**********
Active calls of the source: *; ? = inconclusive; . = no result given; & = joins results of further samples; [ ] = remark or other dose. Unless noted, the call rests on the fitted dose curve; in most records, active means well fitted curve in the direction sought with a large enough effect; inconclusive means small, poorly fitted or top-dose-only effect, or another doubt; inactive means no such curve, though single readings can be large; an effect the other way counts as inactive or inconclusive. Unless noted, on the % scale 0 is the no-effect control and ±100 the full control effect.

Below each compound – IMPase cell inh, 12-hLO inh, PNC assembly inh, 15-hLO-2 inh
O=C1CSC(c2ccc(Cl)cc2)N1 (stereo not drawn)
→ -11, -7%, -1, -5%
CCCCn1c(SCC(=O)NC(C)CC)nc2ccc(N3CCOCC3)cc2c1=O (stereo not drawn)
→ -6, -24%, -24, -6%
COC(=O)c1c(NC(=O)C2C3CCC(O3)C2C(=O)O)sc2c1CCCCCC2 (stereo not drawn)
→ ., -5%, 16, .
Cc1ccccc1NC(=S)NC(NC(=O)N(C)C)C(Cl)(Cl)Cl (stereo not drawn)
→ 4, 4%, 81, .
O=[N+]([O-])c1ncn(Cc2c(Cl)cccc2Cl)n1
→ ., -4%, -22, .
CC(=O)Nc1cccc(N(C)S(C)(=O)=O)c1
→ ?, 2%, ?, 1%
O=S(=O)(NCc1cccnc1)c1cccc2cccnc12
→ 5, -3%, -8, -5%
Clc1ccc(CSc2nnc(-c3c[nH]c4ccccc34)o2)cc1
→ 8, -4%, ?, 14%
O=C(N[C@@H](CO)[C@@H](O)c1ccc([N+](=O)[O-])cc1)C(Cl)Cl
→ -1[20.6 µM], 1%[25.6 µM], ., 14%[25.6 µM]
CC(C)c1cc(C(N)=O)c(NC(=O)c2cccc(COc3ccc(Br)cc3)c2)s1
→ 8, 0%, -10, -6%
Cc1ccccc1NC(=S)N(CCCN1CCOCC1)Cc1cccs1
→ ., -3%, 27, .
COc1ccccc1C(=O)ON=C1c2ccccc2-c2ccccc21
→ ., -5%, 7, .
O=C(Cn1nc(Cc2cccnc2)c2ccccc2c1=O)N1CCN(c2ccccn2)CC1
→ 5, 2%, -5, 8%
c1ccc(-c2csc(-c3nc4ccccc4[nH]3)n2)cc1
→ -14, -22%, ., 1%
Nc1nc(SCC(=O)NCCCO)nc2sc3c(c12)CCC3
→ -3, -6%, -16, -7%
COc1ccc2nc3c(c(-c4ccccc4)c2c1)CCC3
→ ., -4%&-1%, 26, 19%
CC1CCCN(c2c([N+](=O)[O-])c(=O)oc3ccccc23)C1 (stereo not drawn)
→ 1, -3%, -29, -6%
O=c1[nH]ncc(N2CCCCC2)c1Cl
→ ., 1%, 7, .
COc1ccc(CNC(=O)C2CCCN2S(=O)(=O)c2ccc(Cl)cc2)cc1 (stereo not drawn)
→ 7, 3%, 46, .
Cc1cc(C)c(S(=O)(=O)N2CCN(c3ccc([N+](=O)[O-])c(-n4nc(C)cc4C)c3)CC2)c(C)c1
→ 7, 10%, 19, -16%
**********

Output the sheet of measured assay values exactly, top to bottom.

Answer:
Active calls of the source: *; ? = inconclusive; . = no result given; & = joins results of further samples; [ ] = remark or other dose. Unless noted, the call rests on the fitted dose curve; in most records, active means well fitted curve in the direction sought with a large enough effect; inconclusive means small, poorly fitted or top-dose-only effect, or another doubt; inactive means no such curve, though single readings can be large; an effect the other way counts as inactive or inconclusive. Unless noted, on the % scale 0 is the no-effect control and ±100 the full control effect.

Below each compound – IMPase cell inh, 12-hLO inh, PNC assembly inh, 15-hLO-2 inh
O=C1CSC(c2ccc(Cl)cc2)N1 (stereo not drawn)
→ -11, -7%, -1, -5%
CCCCn1c(SCC(=O)NC(C)CC)nc2ccc(N3CCOCC3)cc2c1=O (stereo not drawn)
→ -6, -24%, -24, -6%
COC(=O)c1c(NC(=O)C2C3CCC(O3)C2C(=O)O)sc2c1CCCCCC2 (stereo not drawn)
→ ., -5%, 16, .
Cc1ccccc1NC(=S)NC(NC(=O)N(C)C)C(Cl)(Cl)Cl (stereo not drawn)
→ 4, 4%, 81, .
O=[N+]([O-])c1ncn(Cc2c(Cl)cccc2Cl)n1
→ ., -4%, -22, .
CC(=O)Nc1cccc(N(C)S(C)(=O)=O)c1
→ ?, 2%, ?, 1%
O=S(=O)(NCc1cccnc1)c1cccc2cccnc12
→ 5, -3%, -8, -5%
Clc1ccc(CSc2nnc(-c3c[nH]c4ccccc34)o2)cc1
→ 8, -4%, ?, 14%
O=C(N[C@@H](CO)[C@@H](O)c1ccc([N+](=O)[O-])cc1)C(Cl)Cl
→ -1[20.6 µM], 1%[25.6 µM], ., 14%[25.6 µM]
CC(C)c1cc(C(N)=O)c(NC(=O)c2cccc(COc3ccc(Br)cc3)c2)s1
→ 8, 0%, -10, -6%
Cc1ccccc1NC(=S)N(CCCN1CCOCC1)Cc1cccs1
→ ., -3%, 27, .
COc1ccccc1C(=O)ON=C1c2ccccc2-c2ccccc21
→ ., -5%, 7, .
O=C(Cn1nc(Cc2cccnc2)c2ccccc2c1=O)N1CCN(c2ccccn2)CC1
→ 5, 2%, -5, 8%
c1ccc(-c2csc(-c3nc4ccccc4[nH]3)n2)cc1
→ -14, -22%, ., 1%
Nc1nc(SCC(=O)NCCCO)nc2sc3c(c12)CCC3
→ -3, -6%, -16, -7%
COc1ccc2nc3c(c(-c4ccccc4)c2c1)CCC3
→ ., -4%&-1%, 26, 19%
CC1CCCN(c2c([N+](=O)[O-])c(=O)oc3ccccc23)C1 (stereo not drawn)
→ 1, -3%, -29, -6%
O=c1[nH]ncc(N2CCCCC2)c1Cl
→ ., 1%, 7, .
COc1ccc(CNC(=O)C2CCCN2S(=O)(=O)c2ccc(Cl)cc2)cc1 (stereo not drawn)
→ 7, 3%, 46, .
Cc1cc(C)c(S(=O)(=O)N2CCN(c3ccc([N+](=O)[O-])c(-n4nc(C)cc4C)c3)CC2)c(C)c1
→ 7, 10%, 19, -16%